|Worth seeing:||as a convincing blend of fighting film and family drama, blessed by four actors at the top of their profession|
|Director:||David O Russell|
|Featuring:||Christian Bale, Mark Wahlberg, Amy Adams, Melissa Leo|
|Released:||2nd February 2011|
WHAT’S IT ABOUT?
Dicky Eklund (Christian Bale) is yesterday’s man – a former champion boxer, now reduced to living in a drug-den with a bunch of fellow addicts, clinging onto the boxing world vicariously through his promising younger half-brother Micky Ward (Mark Wahlberg).
Micky has just hooked up with local barmaid Charlene (Amy Adams) who gives him the emotional support he needs to reignite his career.
His fights are booked by his Mum Alice (Melissa Leo), who always has a gaggle of trailer-trash daughters in her wake.
Dicky is his sparring partner, he’s trained by the local cop and his Dad, almost invisible among all the egos, supports him quietly from the shadows.
As the months roll on, “Irish” Micky Ward – as he becomes known – grows in confidence, his fights get bigger and the glory tastes sweeter.
But as the stakes grow higher, Micky is under more pressure to succeed – and tensions grow within his entourage.
Dicky has a spell behind bars, after which Charlene, who never got on with the mother and sisters, turns against the brother too.
She doesn’t want anyone or anything to get in the way of his success – everyone wants not just a piece of him, but they want him for themselves.
There’s almost more fighting going on outside the boxing ring than in it in this powerful drama of family strife and sporting endeavour.
WHAT’S IT LIKE?
The drama here works on so many levels – whether it’s the combative but supportive relationship between the brothers, the unbridled animosity between Charlene and Micky’s mum and the ugly sisters or of course the struggle against the odds for the plucky, hen-pecked boxer to become a champion.
David O Russell effectively conjures up 1980s Lowell, Massachusetts, as a working class small-town that pins its hopes and dreams on the shoulders of one Irish immigrant family.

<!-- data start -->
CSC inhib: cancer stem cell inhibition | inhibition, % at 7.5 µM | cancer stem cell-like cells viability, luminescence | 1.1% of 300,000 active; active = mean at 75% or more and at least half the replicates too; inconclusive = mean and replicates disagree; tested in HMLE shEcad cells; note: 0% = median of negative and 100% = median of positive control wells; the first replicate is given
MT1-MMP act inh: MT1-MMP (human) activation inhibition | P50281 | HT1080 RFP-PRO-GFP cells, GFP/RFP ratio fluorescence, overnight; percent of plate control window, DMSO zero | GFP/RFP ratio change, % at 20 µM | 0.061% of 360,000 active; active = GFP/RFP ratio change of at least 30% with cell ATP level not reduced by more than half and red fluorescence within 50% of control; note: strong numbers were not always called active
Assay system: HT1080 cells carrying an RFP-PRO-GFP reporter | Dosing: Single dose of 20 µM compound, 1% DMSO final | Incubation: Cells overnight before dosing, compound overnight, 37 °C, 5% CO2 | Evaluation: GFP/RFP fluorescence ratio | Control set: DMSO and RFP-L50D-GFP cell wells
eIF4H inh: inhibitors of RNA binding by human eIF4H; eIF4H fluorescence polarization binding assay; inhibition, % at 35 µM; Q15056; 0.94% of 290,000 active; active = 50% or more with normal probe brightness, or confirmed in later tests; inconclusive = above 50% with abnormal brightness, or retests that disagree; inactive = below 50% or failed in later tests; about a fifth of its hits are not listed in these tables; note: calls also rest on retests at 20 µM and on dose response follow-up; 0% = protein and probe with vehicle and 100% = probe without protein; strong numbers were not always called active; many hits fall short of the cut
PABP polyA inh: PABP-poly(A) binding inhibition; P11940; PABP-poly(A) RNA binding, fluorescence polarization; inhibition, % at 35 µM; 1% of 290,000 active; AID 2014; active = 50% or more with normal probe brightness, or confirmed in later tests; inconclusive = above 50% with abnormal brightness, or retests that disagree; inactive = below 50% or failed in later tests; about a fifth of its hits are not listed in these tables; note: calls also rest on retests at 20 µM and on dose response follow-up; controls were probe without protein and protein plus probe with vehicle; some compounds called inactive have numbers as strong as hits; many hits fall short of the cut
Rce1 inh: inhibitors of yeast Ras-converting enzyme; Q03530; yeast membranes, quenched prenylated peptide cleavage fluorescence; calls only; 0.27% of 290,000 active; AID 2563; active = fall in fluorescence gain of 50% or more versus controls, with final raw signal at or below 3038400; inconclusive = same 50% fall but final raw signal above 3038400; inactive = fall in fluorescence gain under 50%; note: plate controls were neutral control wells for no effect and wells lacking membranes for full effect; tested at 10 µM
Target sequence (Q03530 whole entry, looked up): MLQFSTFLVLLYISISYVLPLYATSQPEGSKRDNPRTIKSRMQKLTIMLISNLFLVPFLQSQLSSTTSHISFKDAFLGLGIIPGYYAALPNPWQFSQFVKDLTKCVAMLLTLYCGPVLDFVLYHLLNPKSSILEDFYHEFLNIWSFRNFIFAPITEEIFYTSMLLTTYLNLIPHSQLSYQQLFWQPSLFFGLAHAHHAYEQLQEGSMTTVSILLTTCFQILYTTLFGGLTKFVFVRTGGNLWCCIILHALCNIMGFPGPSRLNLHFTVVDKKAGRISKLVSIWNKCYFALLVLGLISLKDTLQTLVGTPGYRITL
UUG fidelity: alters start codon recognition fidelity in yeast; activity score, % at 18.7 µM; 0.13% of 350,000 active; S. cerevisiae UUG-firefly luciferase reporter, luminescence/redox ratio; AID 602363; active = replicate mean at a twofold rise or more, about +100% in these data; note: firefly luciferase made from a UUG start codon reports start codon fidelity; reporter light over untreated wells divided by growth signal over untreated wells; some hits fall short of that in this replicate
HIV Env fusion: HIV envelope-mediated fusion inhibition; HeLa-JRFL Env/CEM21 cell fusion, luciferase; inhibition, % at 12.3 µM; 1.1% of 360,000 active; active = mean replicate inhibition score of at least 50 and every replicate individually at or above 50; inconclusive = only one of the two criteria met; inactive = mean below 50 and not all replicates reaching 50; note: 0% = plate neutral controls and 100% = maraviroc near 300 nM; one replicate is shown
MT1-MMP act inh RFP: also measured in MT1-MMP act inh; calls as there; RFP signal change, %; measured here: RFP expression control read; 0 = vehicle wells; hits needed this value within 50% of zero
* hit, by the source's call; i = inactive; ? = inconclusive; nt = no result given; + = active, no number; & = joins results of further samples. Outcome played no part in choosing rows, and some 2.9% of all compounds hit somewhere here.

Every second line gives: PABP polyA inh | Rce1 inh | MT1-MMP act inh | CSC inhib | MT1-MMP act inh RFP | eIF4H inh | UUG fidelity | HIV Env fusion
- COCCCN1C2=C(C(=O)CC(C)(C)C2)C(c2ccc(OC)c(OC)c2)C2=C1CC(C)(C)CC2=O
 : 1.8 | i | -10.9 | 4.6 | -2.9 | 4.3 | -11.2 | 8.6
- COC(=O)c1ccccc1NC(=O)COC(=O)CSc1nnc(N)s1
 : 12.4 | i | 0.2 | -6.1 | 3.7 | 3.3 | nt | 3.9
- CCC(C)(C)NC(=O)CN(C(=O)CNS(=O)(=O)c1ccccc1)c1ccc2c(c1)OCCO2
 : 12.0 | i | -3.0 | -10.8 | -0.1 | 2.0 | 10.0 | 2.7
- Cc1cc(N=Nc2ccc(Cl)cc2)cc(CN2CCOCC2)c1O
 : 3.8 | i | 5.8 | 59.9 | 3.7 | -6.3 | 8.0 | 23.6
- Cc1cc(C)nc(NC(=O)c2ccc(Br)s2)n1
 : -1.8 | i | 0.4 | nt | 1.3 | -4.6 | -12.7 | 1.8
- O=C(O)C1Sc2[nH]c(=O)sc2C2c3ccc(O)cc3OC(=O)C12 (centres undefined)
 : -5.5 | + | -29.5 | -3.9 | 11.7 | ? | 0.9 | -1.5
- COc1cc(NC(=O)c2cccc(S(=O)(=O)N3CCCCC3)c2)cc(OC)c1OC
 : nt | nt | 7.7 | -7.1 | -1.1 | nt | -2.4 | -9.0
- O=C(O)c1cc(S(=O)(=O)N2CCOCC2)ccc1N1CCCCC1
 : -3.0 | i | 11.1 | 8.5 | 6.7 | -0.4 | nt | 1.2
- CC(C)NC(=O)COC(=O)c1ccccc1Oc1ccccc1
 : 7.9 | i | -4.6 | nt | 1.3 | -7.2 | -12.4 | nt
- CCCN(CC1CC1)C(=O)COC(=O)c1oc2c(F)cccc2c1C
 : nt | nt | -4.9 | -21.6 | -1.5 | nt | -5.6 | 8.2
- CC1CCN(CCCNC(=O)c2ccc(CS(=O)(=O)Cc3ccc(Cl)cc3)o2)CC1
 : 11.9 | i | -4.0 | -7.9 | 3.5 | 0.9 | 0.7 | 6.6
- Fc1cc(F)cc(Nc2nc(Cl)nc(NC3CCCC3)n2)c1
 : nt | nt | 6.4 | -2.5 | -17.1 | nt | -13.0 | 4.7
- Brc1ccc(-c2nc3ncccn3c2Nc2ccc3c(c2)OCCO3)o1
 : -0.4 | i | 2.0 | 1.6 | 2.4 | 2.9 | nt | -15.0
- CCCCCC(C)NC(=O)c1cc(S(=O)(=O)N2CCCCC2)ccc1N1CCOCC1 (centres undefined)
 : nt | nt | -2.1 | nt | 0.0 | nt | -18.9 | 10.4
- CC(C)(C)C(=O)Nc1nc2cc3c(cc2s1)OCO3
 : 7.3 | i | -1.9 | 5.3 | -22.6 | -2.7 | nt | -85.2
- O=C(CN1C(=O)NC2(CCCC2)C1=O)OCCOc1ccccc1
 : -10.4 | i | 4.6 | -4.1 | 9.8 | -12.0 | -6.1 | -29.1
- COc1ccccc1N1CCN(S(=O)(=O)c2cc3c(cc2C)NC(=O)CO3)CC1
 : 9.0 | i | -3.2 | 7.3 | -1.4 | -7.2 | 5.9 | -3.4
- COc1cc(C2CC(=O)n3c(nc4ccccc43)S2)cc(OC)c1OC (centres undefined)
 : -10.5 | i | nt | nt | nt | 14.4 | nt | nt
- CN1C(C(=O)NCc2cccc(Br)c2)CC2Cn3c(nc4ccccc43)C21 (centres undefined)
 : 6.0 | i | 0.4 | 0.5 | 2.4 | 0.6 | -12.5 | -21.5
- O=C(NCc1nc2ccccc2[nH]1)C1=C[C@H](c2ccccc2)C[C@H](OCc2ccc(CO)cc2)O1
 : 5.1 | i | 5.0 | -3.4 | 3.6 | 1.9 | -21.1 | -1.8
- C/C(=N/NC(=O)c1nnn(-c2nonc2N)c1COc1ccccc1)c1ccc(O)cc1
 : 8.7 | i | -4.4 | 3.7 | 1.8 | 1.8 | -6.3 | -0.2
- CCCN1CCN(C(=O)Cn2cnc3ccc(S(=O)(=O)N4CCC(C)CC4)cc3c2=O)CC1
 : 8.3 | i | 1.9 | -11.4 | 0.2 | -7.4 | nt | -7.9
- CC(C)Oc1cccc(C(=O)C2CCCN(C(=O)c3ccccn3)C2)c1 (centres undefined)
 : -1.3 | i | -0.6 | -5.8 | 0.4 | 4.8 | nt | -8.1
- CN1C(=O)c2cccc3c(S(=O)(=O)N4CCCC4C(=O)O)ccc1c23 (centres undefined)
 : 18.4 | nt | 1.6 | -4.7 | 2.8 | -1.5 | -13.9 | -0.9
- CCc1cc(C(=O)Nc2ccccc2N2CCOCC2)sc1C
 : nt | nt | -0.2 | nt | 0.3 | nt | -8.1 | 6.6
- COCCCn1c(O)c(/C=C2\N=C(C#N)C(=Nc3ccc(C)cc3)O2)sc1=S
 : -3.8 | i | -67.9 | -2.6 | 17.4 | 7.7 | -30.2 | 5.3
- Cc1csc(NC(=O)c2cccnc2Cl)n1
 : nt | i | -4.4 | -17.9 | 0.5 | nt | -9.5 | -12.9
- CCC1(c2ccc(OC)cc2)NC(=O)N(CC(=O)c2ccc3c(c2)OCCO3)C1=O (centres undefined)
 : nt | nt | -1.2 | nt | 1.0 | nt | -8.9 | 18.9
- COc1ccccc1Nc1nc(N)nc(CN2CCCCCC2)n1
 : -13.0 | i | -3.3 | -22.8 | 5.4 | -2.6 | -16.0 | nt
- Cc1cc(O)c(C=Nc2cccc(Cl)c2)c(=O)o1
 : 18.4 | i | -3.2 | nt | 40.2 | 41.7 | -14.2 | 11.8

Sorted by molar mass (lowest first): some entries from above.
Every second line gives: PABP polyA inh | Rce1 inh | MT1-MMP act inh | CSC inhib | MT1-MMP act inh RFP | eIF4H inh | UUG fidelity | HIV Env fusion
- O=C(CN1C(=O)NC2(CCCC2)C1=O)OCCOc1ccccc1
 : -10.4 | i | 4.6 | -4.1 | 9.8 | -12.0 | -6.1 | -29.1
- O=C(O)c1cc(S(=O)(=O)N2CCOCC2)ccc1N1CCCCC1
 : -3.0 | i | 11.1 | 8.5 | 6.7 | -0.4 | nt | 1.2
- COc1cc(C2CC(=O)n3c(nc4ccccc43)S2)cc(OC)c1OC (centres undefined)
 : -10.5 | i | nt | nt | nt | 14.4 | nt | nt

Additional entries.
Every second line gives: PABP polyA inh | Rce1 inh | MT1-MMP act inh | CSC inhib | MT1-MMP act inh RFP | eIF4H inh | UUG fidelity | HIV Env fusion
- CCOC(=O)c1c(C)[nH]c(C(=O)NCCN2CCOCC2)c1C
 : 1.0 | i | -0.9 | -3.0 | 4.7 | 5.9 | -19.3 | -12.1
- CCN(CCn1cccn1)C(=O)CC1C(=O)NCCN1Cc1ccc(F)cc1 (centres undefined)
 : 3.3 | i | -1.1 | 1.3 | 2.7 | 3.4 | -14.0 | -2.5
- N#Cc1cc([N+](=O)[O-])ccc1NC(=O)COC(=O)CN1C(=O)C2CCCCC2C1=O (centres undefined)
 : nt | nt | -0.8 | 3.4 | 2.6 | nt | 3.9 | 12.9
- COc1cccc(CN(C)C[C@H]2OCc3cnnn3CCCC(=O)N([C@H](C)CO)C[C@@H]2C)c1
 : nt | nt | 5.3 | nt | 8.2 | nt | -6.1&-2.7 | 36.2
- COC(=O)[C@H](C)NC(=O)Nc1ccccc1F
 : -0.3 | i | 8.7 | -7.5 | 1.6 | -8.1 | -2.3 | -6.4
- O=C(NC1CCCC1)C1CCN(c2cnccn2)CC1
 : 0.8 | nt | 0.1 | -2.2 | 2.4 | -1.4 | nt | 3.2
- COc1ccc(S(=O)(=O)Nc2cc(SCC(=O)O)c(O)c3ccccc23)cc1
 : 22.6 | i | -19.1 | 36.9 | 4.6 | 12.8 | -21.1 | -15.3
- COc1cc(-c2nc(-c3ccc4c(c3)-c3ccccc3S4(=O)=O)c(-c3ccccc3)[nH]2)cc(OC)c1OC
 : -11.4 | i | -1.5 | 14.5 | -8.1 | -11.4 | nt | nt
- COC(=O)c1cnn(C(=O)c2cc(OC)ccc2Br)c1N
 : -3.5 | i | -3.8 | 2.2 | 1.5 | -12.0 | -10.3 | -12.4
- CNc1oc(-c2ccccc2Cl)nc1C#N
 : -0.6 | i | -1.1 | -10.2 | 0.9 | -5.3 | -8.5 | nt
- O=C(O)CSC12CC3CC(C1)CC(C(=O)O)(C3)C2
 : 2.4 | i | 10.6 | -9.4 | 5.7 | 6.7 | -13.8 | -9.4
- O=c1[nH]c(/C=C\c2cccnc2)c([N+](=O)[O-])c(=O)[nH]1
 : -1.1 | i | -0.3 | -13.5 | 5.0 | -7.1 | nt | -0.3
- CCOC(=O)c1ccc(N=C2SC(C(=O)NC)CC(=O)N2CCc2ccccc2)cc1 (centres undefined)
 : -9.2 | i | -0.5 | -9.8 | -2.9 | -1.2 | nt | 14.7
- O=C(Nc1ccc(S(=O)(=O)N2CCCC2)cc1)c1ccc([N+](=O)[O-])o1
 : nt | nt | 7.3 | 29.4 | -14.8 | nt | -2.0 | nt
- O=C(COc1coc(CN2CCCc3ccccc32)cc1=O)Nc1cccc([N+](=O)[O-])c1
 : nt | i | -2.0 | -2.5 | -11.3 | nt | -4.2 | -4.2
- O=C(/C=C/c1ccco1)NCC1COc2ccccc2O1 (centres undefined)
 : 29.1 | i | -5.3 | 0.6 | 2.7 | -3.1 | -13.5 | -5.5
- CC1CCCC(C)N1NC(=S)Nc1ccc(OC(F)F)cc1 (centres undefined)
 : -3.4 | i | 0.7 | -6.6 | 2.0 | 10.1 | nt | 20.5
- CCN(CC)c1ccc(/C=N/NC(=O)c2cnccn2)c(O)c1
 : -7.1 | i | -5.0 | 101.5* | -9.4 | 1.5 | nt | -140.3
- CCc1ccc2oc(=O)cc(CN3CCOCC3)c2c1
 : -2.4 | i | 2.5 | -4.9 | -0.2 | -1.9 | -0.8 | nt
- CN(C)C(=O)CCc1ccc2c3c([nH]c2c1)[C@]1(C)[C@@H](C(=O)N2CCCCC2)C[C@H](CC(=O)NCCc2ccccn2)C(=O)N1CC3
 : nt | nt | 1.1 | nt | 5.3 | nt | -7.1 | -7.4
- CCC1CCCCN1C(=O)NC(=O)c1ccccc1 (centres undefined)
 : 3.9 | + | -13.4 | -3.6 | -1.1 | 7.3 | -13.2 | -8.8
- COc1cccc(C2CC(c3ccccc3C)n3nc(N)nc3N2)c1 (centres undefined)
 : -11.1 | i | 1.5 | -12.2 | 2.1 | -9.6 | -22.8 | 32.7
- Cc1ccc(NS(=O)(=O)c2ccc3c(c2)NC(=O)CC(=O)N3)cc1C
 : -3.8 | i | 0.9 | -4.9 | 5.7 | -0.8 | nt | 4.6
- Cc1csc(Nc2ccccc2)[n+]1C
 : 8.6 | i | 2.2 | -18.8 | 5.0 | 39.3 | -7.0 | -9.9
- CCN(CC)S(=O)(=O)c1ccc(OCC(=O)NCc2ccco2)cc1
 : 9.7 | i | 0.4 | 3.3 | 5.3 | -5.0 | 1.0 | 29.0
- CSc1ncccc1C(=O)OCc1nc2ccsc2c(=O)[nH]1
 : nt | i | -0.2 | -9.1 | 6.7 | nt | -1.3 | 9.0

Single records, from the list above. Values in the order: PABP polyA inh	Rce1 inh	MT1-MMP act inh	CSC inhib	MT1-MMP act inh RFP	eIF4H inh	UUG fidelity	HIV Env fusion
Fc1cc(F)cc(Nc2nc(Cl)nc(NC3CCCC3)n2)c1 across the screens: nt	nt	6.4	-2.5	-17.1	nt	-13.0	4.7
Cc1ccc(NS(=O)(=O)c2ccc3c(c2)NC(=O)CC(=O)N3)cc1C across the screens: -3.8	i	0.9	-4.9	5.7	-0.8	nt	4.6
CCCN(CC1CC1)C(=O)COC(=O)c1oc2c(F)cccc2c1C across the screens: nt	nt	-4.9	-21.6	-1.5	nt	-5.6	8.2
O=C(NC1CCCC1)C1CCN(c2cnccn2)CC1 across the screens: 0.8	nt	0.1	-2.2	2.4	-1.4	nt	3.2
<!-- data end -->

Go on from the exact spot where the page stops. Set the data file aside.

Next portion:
The performances are impressive across the board – with all four of the key cast (Wahlberg, Bale, Leo and Adams) getting nominations at the Golden Globes, and Bale and Leo picking up trophies courtesy of the HFPA and SAG. You have to feel sorry for Mark Wahlberg – the only one not to get a nod for the Oscars in a strong field, despite delivering a tremendously sympathetic turn, as strong as any we’ve seen from him and contrasting delightfully with last year’s one half of a mismatched comic cop duo in The Other Guys.
Bale also shines as the magnanimous has-been, who – desperate as he is to help his brother succeed – can’t help his own life drifting into his own, welcome hell.
The Fighter very much fits into the ‘Rocky’ mould – with a working class no-hoper battling the odds and the best boxers on the circuit, front-loading the film with drama and giving way to more boxing scenes towards the end – but despite its familiarity, it doesn’t feel tired.
David O Russell doesn’t pull his punches with his breezy and fresh direction, bringing both the talking and the fighting to life – and any boxing fans can delight in the knowledge that they could save a lot of money on pay-per-view, as the tail end of this film feels like a highlights reel from the best fights of the year, with the added bonus that you know the guy you want to win is going to win.
Against the odds, of course.
You know where it’s going – who’d pay millions of dollars to make a movie about a loser – but it’s still gripping, both inside the ring and outside.